Friday, March 11, 2005

FEC Regulation and Blogs, Not So Perfect Together 

Regulation of bloggers? ….OK, OK, now that you’ve stopped laughing, I hope you check the link, because it’s coming. And soon.

The Federal Election Commission has been ordered by U.S. District Judge Colleen Kollar-Kotelly to come up with regulations extending McCain-Feingold to the internet. It’s not a question of whether there will be regulations, but what they will be.

A preview of at least some of the Commission’s thinking by Commissioner David Mason at the Politics Online Conference here in Washington yesterday indicated that their proposals could have the effect of a crackdown on bloggers. Commissioner Bradley Smith has previously been quoted along the same lines, but Mason made it clear that the FEC is almost ready to act.

Here’s the thing— if you engage in political activity in support of a candidate or candidates and you are not regarded as a journalist or a private person, you could well be subject to McCain Feingold. Well, you say, I’m a journalist. Maybe not in the way the FEC wants to define journalism. OK, you say, I’m a private person. Not if you blog from the office, they say, you’re using corporate or business equipment to do it, they say.

But it’s a free speech issue, you say. Well, the FEC proposal, which will be issued in less than a month, allows you to comment on the issue. That’s free. There will be a 30-day comment period once they issue the “Notice of Proposed Rule-Making.” Then there will be hearings.

The Commission is evenly divided among Republicans and Democrats and has voted not to appeal the Judge’s ruling, but to press ahead with the rule-making. Thoughts about what that rule may be are varied, but one thing should be clear: this ruling will have a dramatic effect on the blogosphere.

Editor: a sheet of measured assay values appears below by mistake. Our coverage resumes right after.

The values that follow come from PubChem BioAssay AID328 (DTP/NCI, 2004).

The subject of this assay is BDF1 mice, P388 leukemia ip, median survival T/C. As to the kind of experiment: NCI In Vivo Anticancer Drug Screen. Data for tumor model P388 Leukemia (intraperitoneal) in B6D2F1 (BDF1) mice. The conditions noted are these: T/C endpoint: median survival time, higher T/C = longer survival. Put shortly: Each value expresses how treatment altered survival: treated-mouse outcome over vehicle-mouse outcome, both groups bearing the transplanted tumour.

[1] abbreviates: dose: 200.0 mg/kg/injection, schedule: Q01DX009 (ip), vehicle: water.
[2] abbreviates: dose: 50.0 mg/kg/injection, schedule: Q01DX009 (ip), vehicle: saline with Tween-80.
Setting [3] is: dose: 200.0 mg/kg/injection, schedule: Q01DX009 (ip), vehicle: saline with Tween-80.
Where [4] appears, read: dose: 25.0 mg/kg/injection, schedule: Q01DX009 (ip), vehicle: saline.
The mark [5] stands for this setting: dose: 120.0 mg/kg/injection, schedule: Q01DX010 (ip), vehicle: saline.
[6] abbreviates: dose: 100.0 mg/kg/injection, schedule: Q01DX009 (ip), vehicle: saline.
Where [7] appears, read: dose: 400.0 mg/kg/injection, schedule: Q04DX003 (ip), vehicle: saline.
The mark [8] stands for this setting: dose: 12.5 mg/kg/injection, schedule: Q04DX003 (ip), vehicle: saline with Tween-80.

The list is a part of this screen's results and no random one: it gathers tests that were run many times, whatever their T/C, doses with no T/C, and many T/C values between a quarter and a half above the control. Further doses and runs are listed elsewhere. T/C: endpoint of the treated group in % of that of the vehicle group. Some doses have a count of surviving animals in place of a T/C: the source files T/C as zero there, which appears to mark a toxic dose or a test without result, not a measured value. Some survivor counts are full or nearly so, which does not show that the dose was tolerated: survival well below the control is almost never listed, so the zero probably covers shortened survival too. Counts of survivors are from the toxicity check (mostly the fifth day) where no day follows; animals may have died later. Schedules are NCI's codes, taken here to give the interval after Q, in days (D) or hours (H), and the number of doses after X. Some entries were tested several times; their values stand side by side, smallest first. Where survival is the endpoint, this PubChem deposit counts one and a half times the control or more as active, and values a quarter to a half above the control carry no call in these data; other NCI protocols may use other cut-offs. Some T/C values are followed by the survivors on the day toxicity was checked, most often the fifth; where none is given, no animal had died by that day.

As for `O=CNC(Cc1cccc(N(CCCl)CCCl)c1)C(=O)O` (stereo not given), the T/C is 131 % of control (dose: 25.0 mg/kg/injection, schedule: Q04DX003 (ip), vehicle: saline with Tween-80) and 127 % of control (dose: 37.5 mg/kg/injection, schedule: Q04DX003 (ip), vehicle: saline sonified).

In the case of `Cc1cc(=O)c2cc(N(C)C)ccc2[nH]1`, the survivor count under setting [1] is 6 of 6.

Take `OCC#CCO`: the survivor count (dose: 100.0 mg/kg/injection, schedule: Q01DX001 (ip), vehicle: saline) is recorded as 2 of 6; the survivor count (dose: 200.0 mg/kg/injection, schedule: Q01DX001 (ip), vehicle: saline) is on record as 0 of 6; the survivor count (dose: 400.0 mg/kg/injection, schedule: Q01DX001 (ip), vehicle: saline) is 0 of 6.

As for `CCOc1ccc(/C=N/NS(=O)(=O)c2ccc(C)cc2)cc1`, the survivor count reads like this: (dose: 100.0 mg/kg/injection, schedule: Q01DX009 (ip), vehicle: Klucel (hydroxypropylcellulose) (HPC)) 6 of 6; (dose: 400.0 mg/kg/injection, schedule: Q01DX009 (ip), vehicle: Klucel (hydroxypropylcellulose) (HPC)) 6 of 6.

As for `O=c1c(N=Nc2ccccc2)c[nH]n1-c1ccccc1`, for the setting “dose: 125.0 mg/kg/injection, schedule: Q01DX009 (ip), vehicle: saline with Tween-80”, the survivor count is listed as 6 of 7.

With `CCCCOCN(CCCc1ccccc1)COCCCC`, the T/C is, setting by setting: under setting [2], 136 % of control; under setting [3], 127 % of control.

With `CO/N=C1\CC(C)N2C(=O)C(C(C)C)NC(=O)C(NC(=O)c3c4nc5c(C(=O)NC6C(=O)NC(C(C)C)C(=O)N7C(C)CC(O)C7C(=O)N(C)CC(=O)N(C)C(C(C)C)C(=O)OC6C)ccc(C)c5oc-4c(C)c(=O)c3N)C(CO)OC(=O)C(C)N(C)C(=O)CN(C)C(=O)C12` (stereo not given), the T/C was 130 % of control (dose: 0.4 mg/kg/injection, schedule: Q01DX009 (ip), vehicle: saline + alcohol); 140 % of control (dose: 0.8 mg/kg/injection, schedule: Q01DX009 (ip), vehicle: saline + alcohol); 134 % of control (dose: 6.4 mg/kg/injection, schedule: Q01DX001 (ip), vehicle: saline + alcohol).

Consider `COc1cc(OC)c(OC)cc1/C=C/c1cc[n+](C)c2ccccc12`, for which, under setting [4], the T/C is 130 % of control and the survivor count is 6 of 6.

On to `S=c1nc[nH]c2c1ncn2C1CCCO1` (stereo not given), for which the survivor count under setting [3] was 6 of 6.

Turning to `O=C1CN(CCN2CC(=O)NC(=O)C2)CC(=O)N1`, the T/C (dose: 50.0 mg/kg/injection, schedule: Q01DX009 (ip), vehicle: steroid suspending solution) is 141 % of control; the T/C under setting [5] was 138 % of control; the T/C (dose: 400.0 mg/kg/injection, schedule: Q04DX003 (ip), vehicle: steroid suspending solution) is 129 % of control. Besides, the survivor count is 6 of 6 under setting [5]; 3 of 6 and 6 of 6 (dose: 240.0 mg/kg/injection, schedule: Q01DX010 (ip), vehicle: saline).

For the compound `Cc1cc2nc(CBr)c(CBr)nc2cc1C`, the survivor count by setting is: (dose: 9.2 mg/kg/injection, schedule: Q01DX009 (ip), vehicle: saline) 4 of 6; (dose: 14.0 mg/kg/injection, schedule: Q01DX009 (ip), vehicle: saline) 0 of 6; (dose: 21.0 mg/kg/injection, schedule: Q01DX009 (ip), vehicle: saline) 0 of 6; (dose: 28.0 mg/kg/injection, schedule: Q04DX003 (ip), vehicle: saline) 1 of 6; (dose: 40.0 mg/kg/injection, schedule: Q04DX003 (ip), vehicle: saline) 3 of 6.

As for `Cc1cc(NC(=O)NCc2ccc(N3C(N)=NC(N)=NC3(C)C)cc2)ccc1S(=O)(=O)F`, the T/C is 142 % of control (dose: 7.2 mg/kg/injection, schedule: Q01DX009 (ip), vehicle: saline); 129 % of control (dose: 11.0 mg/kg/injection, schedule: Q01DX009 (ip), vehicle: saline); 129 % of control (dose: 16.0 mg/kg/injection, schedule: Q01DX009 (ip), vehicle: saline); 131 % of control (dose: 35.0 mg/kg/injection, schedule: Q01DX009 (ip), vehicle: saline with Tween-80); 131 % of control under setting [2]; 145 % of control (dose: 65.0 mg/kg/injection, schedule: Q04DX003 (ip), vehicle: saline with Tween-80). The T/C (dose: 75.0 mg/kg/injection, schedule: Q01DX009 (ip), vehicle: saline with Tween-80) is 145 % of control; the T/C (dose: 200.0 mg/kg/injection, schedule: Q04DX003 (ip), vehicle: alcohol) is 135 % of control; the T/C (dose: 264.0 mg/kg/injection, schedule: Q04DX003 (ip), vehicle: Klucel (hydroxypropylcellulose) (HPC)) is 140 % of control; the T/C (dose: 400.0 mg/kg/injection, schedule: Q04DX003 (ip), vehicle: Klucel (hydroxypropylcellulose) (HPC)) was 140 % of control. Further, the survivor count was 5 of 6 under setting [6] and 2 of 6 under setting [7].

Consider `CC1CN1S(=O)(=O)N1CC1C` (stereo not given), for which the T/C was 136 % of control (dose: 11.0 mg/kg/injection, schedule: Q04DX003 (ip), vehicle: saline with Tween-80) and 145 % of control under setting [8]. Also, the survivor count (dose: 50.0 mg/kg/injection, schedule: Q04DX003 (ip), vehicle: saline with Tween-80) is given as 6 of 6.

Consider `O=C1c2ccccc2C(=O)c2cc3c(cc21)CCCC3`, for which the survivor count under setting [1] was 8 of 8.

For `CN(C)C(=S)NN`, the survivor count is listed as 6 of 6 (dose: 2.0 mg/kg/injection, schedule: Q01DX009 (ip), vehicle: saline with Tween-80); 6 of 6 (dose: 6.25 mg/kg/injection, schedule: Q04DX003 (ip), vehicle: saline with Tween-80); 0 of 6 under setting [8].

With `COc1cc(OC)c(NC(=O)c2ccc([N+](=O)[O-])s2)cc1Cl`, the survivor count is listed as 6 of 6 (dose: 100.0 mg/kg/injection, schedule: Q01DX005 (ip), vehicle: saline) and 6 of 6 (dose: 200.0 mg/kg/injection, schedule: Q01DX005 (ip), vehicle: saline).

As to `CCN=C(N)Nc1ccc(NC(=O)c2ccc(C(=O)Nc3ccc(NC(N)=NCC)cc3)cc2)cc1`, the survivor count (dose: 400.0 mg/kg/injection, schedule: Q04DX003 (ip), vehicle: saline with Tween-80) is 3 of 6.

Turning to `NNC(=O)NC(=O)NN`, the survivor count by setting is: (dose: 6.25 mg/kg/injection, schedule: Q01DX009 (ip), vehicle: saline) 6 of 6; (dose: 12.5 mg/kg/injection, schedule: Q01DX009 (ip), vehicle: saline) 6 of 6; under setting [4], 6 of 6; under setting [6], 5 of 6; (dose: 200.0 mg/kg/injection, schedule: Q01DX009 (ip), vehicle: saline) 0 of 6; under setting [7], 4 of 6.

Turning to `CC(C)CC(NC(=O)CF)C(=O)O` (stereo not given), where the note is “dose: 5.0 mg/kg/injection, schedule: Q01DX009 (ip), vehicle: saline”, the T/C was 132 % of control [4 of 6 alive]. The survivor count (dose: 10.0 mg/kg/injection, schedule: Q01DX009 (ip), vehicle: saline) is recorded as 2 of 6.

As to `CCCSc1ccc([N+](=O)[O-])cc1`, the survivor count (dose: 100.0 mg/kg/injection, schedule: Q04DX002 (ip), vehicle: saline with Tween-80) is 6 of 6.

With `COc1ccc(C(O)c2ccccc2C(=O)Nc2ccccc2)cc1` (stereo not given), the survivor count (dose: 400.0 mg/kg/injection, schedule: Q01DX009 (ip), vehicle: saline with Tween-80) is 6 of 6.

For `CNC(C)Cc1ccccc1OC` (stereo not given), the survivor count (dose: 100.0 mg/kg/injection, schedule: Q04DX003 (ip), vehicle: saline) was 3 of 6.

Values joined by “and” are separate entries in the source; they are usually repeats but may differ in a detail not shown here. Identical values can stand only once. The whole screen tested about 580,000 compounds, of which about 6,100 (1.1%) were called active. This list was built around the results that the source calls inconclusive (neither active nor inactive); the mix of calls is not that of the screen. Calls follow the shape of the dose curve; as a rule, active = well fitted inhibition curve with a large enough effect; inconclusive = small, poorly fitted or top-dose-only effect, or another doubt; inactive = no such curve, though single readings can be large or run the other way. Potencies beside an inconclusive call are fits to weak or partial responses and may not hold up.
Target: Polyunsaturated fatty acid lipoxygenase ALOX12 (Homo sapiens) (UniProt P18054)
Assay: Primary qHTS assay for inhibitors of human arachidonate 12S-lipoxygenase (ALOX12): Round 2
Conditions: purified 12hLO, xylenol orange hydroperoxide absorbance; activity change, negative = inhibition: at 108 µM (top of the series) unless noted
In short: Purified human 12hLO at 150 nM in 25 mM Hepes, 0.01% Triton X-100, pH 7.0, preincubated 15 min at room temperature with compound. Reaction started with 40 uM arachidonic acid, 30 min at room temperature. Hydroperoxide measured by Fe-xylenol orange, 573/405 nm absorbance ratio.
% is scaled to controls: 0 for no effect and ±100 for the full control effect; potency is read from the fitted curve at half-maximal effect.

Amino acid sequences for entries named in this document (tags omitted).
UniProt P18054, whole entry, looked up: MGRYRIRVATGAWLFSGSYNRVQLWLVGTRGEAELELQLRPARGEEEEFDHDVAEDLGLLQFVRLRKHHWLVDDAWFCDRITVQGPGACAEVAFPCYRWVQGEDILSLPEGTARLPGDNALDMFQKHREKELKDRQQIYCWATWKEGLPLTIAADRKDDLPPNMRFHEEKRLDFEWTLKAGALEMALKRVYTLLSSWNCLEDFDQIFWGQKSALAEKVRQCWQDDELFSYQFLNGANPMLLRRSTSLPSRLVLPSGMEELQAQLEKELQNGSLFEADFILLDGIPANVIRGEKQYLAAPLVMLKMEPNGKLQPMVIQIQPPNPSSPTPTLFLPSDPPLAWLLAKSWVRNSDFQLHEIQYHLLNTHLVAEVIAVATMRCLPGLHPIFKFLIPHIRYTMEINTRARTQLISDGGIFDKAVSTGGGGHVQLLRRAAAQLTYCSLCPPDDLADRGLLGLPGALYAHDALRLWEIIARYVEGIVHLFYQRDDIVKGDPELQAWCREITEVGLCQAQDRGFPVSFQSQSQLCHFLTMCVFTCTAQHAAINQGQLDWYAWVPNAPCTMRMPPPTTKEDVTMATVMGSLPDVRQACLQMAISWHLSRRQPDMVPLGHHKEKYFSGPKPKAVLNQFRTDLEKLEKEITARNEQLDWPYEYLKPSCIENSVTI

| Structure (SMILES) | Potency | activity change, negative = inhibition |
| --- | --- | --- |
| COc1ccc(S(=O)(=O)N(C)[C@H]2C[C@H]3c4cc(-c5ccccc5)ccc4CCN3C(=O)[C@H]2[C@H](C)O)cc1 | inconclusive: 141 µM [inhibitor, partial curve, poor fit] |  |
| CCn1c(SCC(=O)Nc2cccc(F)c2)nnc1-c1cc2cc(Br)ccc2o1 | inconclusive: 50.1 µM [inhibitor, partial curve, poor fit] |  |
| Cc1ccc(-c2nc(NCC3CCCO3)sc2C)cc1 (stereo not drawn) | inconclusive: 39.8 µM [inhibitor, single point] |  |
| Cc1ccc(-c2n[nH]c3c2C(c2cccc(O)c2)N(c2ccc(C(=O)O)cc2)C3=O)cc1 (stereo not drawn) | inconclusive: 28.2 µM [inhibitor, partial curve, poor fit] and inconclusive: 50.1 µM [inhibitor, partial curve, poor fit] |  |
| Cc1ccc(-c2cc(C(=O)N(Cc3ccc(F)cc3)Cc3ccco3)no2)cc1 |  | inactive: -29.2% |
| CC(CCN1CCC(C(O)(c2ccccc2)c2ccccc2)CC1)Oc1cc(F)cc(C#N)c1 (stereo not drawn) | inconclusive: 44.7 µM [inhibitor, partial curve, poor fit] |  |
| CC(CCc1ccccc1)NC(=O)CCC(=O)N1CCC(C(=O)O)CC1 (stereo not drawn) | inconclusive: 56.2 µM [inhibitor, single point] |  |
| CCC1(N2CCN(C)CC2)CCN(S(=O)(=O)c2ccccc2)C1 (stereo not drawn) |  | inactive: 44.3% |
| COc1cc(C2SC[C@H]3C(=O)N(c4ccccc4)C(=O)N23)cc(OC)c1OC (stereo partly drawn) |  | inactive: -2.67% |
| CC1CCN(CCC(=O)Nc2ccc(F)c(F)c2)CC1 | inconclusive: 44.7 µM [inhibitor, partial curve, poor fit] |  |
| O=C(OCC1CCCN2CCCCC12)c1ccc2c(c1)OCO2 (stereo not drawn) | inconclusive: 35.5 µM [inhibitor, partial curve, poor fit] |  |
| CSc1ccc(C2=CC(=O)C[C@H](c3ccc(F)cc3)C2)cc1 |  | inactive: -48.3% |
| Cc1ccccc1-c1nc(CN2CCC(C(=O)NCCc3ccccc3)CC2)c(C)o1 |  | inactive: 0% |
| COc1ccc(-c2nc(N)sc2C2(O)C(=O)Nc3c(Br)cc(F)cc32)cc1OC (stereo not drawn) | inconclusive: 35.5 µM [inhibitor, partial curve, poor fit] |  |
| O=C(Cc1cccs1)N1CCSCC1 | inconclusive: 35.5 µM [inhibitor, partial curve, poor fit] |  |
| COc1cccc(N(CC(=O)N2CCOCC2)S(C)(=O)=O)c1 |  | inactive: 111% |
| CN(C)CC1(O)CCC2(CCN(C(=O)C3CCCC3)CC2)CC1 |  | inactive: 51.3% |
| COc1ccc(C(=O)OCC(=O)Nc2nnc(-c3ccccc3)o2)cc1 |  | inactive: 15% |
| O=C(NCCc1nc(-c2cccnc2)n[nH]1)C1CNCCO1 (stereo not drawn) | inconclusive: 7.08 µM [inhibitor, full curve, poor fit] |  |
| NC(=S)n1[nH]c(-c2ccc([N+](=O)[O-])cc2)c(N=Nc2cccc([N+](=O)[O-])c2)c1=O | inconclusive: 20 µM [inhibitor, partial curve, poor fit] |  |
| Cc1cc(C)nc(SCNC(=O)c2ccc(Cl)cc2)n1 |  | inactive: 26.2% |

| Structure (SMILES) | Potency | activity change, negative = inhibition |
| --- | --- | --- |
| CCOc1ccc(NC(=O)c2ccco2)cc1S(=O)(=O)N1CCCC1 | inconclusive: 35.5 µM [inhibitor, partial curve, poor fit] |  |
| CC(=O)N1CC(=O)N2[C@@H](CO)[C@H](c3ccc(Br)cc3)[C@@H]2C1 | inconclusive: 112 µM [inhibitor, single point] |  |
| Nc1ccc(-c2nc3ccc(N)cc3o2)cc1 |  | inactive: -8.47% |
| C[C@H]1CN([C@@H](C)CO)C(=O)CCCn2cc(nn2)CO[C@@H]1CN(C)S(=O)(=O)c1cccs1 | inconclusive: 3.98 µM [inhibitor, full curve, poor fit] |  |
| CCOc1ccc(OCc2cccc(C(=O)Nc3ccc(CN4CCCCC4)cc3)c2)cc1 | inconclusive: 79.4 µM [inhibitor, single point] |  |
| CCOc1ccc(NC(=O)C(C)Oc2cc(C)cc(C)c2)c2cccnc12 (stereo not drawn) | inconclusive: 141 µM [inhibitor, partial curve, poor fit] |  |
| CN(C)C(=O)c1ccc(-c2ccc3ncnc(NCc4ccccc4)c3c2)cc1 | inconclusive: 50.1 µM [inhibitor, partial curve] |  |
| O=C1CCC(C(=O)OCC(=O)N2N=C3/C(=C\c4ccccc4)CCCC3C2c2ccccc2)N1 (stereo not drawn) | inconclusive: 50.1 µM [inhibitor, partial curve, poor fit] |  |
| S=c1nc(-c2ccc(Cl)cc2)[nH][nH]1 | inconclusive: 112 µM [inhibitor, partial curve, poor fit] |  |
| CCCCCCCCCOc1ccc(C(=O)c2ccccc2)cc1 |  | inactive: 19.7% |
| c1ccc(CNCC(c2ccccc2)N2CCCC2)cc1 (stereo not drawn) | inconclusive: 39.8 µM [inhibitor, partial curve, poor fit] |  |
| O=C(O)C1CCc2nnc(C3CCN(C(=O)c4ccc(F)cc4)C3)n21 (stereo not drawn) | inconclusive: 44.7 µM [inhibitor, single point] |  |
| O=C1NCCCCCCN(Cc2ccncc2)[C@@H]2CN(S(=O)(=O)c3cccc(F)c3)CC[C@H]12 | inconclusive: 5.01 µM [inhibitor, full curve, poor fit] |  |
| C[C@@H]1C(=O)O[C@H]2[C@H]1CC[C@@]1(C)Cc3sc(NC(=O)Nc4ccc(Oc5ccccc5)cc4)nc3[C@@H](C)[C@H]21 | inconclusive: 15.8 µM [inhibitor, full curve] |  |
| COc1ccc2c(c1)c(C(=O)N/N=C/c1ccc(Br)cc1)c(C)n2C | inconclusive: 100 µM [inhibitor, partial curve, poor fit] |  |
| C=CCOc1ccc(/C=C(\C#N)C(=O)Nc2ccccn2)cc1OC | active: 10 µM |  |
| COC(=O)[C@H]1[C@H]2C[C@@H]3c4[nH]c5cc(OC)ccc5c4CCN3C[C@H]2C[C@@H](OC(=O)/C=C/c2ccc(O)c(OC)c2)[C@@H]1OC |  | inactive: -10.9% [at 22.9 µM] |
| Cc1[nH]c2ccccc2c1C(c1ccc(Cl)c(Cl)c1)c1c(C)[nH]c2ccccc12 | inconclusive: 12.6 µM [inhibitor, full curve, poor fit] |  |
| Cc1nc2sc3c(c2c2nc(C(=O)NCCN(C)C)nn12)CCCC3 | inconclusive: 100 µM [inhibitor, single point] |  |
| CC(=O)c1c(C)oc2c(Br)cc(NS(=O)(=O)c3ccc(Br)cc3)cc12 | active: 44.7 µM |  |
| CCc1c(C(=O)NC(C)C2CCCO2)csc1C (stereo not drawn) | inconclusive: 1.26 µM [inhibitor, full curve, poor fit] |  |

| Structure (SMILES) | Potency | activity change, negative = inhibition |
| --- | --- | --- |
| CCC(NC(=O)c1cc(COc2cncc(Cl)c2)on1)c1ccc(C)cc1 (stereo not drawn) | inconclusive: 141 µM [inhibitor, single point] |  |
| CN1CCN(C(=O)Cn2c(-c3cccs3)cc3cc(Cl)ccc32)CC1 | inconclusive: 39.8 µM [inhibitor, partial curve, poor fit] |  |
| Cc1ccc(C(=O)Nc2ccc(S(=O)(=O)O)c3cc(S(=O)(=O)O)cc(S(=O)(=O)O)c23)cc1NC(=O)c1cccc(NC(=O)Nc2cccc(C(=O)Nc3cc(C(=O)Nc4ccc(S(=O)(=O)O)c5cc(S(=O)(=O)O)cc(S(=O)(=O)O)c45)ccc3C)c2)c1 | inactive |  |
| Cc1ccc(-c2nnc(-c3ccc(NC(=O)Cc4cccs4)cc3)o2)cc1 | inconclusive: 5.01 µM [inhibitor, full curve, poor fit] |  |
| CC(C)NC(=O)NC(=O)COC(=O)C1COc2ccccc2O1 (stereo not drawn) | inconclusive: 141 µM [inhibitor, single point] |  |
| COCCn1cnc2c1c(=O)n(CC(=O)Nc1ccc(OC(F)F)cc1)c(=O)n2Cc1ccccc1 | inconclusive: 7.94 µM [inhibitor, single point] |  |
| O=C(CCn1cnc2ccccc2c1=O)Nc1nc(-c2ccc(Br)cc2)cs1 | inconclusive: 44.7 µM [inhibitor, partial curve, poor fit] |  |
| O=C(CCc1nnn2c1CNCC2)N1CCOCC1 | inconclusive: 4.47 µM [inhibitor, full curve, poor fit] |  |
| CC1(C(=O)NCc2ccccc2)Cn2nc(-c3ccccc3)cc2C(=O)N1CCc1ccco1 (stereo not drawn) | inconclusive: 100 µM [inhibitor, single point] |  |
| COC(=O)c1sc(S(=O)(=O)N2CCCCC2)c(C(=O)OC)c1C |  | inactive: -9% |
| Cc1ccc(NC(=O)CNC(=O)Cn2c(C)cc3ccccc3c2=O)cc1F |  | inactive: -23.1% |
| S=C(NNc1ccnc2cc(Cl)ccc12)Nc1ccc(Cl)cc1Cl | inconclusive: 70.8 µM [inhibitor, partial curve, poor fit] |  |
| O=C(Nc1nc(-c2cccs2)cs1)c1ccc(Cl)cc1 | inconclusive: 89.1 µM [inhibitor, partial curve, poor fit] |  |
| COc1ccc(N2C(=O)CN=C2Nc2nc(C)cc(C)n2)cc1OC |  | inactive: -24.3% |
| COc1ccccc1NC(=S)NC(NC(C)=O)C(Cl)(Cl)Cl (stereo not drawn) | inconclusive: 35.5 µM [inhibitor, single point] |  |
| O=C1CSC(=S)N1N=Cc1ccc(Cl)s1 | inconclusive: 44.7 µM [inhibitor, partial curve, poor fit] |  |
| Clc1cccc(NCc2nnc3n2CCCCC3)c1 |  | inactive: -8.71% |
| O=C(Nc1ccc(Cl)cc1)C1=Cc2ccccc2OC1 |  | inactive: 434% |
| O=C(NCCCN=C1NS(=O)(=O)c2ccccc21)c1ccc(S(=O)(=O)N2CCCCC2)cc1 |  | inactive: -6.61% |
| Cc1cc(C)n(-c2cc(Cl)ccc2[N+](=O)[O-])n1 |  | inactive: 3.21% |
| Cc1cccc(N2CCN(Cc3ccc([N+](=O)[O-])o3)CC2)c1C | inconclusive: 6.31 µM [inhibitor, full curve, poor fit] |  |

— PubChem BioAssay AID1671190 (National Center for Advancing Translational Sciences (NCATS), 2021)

If the experience of the FCC rulings on media conglomeration last year are to be used as historical background, both the Left and the Right have a stake in keeping participatory democracy as open as possible and both have reason to unite over keeping the FEC off the backs of bloggers and citizens who read them.

William Greene, founder of RightMarch.com, a conservative blog, told the Big Diamond yesterday that he sees this as a bipartisan issue. “Bloggers on the Left don’t see this as bipartisan, but we do. This is the natural consequence of McCain-Feingold.”

Whether or not one supports McCain-Feingold, the regulation of blogs and their political activity is a point on which there can be much agreement in cyberspace. Keeping democratic participation through the internet alive and well is vital. The discussion and organizing around this must begin to reach critical mass quickly, because the gears of the FEC are turning fast.

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